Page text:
October 20, 2012
The following abstract came across my google reader today. What are the insights you’re seeing for learning/teaching in K-16 education?
A century of research on the development of walking has examined periodic gait over a straight, uniform path. The current study provides the first corpus of natural infant locomotion derived from spontaneous activity during free play. Locomotor experience was immense: Twelve- to 19-month-olds averaged 2,368 steps and 17 falls per hour. Novice walkers traveled farther faster than expert crawlers, but had comparable fall rates, which suggests that increased efficiency without increased cost motivates expert crawlers to transition to walking. After walking onset, natural locomotion improved dramatically: Infants took more steps, traveled farther distances, and fell less. Walking was distributed in short bouts with variable paths—frequently too short or irregular to qualify as periodic gait. Nonetheless, measures of periodic gait and of natural locomotion were correlated, which indicates that better walkers spontaneously walk more and fall less. Immense amounts of time-distributed, variable practice constitute the natural practice regimen for learning to walk.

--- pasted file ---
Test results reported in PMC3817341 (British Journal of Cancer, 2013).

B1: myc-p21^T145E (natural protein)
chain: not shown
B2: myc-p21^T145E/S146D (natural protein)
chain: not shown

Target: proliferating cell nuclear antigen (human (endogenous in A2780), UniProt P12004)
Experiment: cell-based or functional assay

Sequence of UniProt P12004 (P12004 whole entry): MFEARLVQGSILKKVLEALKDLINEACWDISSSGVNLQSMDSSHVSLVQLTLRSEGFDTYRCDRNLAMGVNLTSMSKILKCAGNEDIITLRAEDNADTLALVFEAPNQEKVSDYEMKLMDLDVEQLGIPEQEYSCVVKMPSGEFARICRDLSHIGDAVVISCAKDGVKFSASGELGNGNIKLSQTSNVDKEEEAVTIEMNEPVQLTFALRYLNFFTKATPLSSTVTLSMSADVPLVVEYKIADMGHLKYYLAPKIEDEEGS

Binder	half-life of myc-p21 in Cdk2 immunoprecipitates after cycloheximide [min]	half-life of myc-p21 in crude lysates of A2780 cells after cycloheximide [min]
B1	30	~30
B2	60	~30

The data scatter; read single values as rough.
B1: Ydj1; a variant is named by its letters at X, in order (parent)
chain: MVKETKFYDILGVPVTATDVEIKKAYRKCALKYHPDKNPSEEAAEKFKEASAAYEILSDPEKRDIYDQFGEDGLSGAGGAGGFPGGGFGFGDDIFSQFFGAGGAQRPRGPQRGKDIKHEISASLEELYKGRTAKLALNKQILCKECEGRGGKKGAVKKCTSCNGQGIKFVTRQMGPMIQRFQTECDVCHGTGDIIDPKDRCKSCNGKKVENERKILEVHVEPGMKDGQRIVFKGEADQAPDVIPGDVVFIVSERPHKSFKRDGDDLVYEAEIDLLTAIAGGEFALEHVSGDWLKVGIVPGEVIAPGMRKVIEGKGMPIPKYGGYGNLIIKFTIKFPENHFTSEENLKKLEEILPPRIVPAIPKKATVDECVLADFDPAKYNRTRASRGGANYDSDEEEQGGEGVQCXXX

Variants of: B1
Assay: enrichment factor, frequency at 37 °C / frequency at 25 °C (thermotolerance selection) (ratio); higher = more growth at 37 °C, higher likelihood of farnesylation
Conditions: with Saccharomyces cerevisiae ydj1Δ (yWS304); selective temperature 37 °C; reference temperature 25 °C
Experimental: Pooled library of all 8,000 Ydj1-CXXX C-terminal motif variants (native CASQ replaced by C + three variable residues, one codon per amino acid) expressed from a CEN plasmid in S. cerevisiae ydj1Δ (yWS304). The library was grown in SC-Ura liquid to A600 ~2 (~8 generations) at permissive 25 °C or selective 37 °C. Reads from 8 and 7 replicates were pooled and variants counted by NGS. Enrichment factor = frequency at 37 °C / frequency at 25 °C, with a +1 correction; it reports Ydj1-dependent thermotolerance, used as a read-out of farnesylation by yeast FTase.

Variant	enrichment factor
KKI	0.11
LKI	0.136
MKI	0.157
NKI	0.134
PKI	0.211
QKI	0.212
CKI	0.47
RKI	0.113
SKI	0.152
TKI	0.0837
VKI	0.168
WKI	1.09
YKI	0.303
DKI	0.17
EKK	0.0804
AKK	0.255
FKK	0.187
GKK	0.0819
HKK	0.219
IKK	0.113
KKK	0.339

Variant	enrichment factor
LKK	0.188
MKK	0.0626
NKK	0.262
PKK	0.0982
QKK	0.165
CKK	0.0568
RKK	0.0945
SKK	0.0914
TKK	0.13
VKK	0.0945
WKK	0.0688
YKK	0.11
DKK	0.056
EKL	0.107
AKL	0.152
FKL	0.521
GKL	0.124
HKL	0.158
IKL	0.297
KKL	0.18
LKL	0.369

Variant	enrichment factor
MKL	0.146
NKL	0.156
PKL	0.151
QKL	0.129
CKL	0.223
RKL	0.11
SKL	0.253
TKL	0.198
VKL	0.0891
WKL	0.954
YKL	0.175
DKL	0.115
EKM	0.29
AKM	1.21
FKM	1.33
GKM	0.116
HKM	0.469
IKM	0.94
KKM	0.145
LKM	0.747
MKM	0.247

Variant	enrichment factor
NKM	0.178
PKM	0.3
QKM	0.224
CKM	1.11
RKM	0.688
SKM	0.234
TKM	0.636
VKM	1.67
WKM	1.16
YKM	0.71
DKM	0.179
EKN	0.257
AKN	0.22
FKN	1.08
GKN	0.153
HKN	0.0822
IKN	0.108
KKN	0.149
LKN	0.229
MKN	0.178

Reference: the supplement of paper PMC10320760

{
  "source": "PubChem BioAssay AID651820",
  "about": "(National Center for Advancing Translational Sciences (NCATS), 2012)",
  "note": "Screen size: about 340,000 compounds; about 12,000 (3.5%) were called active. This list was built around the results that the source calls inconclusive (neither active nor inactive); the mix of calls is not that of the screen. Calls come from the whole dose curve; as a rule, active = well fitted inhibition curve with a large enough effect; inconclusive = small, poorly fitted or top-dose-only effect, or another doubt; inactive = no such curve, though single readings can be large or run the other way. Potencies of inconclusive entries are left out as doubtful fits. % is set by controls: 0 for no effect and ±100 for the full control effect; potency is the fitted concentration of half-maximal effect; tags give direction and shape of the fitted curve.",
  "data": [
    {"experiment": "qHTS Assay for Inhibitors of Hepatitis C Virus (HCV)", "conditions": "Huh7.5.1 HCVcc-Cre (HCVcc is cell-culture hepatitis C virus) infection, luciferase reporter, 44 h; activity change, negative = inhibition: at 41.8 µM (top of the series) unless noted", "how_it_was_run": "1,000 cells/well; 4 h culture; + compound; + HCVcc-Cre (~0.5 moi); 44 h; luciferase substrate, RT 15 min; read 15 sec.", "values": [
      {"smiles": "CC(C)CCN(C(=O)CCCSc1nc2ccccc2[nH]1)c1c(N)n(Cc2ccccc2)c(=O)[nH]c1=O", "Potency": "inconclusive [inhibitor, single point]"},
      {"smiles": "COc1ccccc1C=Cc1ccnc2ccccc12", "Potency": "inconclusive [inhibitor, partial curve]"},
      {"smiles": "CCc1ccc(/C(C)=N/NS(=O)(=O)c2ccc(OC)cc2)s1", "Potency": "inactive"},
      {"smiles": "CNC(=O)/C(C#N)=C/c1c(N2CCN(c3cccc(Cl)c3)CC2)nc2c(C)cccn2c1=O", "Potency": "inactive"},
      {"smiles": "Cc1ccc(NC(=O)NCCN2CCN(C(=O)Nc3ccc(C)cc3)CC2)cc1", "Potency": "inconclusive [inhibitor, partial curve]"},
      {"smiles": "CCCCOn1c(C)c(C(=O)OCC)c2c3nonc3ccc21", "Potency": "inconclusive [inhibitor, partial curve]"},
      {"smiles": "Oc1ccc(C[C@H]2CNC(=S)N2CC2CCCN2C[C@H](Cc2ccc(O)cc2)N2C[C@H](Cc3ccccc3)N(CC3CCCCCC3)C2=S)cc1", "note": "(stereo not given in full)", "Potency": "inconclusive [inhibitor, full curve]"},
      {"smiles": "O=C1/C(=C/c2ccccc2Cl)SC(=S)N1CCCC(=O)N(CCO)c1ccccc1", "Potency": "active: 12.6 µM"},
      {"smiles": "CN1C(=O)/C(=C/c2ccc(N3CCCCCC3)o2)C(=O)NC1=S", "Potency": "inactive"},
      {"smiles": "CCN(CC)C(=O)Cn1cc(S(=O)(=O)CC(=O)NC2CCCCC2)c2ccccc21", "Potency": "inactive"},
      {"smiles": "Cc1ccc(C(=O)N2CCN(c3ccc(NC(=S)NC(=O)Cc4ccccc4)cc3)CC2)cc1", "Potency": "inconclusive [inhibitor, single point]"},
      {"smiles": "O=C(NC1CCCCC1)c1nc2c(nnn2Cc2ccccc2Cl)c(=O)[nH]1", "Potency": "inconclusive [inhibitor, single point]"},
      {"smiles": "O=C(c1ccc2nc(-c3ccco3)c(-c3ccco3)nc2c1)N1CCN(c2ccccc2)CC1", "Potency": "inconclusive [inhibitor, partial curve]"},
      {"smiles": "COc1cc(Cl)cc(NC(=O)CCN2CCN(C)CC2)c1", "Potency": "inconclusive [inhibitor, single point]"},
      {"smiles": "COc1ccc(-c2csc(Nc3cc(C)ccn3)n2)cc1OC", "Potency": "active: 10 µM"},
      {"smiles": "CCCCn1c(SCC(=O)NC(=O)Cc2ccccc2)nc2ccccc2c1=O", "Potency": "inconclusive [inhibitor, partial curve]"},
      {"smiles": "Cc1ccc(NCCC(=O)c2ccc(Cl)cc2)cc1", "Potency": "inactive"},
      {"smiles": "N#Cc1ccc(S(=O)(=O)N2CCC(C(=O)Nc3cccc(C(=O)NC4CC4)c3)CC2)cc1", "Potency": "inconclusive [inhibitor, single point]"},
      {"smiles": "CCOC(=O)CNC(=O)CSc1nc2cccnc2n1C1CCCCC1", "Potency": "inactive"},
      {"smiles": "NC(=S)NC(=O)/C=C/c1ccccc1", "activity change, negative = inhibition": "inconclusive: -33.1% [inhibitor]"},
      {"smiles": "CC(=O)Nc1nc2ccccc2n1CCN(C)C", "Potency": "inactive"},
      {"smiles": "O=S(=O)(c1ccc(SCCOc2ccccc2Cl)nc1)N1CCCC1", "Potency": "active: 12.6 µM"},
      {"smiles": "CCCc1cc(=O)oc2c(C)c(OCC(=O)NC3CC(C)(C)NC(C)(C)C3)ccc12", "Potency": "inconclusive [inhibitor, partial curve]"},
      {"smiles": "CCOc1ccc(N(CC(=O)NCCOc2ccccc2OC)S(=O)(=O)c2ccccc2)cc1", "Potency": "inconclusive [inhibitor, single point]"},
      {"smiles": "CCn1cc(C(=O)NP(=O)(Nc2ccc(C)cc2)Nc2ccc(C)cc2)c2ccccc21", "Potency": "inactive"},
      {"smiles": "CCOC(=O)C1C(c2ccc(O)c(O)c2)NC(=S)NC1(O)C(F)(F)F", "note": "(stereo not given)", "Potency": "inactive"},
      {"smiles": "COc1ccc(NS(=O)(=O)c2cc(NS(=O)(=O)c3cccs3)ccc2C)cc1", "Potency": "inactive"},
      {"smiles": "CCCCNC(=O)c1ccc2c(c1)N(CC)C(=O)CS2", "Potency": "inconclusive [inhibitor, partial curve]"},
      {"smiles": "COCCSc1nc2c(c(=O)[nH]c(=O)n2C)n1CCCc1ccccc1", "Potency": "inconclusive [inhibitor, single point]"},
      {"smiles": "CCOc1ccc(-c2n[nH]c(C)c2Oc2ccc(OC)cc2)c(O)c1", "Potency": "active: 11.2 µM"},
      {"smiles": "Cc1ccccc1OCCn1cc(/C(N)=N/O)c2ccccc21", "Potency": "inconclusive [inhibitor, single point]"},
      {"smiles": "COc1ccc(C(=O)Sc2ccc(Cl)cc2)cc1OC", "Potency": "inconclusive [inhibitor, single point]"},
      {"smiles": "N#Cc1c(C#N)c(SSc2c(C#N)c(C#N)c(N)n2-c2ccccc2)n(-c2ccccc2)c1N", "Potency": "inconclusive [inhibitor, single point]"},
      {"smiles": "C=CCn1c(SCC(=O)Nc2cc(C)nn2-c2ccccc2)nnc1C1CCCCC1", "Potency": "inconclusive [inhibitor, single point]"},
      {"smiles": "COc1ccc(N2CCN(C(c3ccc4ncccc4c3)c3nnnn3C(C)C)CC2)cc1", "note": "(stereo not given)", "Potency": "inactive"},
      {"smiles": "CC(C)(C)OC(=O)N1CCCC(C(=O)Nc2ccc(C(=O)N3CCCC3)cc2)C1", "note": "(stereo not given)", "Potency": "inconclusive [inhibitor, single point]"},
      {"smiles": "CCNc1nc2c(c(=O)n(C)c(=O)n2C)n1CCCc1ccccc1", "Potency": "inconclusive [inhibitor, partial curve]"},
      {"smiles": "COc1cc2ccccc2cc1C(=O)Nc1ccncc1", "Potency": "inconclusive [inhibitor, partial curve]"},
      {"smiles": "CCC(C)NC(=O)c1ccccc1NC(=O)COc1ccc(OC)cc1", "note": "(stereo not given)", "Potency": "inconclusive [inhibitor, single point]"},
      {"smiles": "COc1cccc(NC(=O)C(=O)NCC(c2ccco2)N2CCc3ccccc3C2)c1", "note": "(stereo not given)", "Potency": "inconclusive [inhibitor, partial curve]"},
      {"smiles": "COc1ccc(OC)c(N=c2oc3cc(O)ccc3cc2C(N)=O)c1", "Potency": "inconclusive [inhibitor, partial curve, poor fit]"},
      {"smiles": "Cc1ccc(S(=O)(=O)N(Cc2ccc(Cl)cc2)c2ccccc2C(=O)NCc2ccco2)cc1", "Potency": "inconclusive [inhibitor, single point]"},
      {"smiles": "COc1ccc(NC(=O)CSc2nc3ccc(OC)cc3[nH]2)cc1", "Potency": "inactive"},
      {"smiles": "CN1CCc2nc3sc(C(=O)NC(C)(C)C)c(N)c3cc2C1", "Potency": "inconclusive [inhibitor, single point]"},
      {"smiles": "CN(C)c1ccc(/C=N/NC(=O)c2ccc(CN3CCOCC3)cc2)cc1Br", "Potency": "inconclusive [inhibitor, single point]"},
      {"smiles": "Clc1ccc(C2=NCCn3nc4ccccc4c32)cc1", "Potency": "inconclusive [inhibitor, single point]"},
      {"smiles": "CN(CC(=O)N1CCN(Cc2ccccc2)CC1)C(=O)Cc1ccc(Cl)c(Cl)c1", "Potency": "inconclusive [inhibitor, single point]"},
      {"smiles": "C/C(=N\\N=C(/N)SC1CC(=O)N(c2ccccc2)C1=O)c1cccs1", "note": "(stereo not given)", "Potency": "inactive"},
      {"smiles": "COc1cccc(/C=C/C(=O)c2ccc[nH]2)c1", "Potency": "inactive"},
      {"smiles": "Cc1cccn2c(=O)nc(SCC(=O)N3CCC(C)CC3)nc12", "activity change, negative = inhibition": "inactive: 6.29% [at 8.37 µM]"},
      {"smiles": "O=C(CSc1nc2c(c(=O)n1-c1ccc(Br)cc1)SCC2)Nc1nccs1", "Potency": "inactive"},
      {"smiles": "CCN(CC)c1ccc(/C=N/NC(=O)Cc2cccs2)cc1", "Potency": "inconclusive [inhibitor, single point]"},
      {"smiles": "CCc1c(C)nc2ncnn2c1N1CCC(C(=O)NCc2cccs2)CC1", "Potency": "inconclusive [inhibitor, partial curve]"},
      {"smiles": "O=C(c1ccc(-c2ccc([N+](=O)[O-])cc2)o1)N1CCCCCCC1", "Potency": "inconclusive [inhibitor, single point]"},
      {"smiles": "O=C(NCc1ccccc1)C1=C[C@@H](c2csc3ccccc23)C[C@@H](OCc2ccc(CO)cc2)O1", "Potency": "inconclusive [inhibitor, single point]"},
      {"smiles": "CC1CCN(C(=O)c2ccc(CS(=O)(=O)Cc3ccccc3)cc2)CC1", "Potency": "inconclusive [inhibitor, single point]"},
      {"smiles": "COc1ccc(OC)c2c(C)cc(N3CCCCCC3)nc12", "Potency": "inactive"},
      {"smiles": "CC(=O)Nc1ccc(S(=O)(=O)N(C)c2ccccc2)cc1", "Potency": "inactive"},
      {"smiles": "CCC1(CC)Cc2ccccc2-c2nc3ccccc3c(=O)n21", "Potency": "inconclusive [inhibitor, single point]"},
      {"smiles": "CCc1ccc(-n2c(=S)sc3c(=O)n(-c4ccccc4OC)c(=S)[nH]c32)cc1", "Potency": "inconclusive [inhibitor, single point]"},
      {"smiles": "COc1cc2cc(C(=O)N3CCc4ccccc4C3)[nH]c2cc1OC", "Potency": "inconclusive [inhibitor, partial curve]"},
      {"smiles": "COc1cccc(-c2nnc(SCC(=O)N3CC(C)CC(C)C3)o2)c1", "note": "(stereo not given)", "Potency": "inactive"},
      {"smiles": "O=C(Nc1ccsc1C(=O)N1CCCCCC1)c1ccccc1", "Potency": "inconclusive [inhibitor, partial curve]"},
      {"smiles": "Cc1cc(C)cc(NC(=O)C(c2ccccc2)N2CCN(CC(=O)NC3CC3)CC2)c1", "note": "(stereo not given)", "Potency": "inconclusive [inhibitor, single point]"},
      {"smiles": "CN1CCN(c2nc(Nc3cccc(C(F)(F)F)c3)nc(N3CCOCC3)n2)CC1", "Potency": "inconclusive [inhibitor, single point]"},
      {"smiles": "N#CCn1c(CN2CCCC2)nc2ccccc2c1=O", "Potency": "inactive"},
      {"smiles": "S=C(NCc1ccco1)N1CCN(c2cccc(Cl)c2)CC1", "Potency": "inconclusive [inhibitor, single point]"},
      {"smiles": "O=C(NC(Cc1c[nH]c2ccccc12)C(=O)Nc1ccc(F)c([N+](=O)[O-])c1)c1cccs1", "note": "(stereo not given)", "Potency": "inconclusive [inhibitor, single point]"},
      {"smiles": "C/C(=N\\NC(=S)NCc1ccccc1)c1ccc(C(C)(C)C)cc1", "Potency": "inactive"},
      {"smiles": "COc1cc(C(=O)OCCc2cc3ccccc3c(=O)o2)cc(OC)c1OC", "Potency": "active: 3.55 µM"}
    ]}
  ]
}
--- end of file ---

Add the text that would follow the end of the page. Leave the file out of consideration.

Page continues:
October 18, 2012
Below are some thoughts from one of my former middle school students who is now in high school & in a flipped classroom. I’ll let her words speak for themselves, but think her words speak to the state of science education well beyond the flipped class model.